• Size of organism - inches: 12.0 inches (30.48 cm)
  • Diet Type: Carnivore
  • Suitable for Nano Tank: Yes

Habitat: Distribution / Background

The Millepora genus was described by Linnaeus in 1758. This is the only genus in the Milleporidae family. There are at least 48 species with a few being M. alcicornis, M. complanata, M. dichotoma, M. exaesa, M. murrayi, M. nitida, M. platyphylla, M. squarrosa, M tenella, and M. tenera.

The Millepora genus are found from the Red Sea, south to Madagascar, then east toward Australia's west coast in the Houtman Abrolhos Island area. They are also found from the Great Barrier Reef all the way around Australia's north coast and mid way down the east coast. From New Caledonia they occur all the way to the Tuamotu islands then north to the Hawaiian Islands, circling back to the Southern tip of Japan. Then they are found westward including all of Indonesia and back to the Red Sea. Some are also found in the Atlantic Oceans including the Gulf of Mexico and up to Canada via North America’s east coast.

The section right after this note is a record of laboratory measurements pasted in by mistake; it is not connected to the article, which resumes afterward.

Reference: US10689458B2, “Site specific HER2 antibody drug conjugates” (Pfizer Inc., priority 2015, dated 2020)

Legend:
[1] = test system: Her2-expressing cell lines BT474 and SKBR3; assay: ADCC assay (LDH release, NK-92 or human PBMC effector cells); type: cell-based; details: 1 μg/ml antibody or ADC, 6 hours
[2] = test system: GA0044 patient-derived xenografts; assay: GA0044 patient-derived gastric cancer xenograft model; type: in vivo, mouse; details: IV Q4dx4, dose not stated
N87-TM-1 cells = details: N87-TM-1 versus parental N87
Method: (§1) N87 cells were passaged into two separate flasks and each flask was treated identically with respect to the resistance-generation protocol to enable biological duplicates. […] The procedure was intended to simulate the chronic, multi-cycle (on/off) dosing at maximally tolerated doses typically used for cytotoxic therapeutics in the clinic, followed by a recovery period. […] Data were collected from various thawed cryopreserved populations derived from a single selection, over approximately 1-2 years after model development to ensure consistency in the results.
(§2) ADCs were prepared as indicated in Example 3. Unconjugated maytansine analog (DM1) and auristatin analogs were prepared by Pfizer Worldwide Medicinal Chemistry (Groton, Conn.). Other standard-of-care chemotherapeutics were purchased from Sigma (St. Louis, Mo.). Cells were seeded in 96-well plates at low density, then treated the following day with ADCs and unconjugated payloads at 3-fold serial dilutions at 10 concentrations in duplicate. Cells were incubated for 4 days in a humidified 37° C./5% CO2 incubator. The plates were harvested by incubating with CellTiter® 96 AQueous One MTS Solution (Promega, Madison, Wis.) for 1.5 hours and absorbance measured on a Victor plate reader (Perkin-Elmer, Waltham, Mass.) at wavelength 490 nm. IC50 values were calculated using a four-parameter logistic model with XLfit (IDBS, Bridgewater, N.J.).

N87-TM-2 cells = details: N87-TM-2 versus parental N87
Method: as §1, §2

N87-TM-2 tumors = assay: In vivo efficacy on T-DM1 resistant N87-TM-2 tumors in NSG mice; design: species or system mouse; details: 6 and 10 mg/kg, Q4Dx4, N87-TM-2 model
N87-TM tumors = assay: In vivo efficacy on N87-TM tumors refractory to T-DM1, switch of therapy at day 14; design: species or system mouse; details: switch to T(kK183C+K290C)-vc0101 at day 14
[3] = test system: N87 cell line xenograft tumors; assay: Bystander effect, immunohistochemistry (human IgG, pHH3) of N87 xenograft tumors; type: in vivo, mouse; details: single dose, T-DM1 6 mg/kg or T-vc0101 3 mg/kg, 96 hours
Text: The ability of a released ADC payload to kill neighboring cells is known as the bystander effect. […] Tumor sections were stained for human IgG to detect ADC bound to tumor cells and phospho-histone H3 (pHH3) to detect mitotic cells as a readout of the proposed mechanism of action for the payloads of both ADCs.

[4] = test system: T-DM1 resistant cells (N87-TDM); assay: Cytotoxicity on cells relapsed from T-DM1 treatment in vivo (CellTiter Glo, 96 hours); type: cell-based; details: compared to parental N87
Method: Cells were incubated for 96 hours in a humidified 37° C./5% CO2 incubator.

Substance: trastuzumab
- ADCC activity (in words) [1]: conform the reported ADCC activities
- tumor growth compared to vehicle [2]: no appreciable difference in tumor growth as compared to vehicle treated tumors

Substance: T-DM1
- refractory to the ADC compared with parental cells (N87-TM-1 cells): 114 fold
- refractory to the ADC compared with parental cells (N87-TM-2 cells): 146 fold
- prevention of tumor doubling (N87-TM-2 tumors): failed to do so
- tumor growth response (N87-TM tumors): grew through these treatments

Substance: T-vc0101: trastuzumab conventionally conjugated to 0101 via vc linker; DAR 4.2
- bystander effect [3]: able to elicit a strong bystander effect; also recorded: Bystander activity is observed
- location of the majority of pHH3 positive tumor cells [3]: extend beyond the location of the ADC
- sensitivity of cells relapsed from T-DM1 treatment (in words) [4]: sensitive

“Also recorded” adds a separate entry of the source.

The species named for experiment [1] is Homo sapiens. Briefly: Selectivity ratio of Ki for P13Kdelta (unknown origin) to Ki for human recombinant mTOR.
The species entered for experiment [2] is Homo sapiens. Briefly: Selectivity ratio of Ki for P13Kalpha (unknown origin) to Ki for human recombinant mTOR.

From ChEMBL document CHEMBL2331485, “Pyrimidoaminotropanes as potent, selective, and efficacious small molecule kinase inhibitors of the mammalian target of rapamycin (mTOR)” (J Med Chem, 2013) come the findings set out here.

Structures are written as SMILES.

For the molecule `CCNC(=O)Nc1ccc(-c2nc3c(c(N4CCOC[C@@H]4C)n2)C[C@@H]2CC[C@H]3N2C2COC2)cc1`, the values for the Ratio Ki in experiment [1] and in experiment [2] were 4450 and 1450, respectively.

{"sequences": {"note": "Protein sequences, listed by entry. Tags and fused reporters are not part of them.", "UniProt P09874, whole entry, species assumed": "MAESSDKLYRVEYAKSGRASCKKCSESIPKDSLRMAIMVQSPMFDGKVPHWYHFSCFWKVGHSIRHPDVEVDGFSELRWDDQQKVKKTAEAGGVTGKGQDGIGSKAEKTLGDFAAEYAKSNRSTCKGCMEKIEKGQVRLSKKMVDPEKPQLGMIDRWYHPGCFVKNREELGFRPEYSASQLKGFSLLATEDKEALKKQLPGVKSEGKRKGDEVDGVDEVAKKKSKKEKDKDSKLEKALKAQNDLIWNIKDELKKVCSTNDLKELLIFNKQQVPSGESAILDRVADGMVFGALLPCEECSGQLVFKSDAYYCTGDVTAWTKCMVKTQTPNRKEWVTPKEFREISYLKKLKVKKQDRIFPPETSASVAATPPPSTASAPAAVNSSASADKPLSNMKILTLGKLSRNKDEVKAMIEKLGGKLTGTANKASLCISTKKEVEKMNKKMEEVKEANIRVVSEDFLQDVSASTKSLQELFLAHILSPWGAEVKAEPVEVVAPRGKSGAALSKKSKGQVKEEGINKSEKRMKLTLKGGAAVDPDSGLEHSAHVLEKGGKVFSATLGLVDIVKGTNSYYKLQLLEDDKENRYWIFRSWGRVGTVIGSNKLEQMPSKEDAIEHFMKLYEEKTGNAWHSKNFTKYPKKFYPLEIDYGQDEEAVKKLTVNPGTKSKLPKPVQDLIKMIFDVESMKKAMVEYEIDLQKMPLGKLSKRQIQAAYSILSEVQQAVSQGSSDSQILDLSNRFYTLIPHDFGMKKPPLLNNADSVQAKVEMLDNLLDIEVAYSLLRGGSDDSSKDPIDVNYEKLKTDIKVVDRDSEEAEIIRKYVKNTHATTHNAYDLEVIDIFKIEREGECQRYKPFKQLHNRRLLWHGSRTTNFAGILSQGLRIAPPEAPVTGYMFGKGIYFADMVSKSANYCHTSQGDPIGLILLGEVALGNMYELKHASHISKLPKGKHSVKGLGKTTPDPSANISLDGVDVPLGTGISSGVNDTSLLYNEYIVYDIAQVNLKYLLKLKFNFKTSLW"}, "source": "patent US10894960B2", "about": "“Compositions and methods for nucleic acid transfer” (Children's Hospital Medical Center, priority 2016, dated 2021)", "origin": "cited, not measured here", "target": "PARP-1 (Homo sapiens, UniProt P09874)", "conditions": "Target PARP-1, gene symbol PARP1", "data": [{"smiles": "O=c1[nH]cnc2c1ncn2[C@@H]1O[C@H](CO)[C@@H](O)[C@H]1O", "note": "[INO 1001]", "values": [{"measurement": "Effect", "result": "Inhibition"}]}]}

The Fire Coral is on the IUCN Red List for endangered species under least concerned. This is due to population reduction from habitat loss and reef degradation, however they recover quickly. In 10 years, if climate changes and ocean acidification persists, this will change the classification. The Millepora genus is commonly one of the first corals on the scene of a new reef and the last ones to leave when a reef is dying. They cover 10% to 50% of reefs, as well as being a small part of all reef building corals.

Some common names these hydrocorals are known for are Bladed Fire Coral, Wello Fire Coral, Fire Coral, Box Coral, Firecoral, Stinging Coral, Finger Coral, Ginger Coral, and Wello Fire Coral. The Millepora genus has been propagated in captivity, yet is not always available.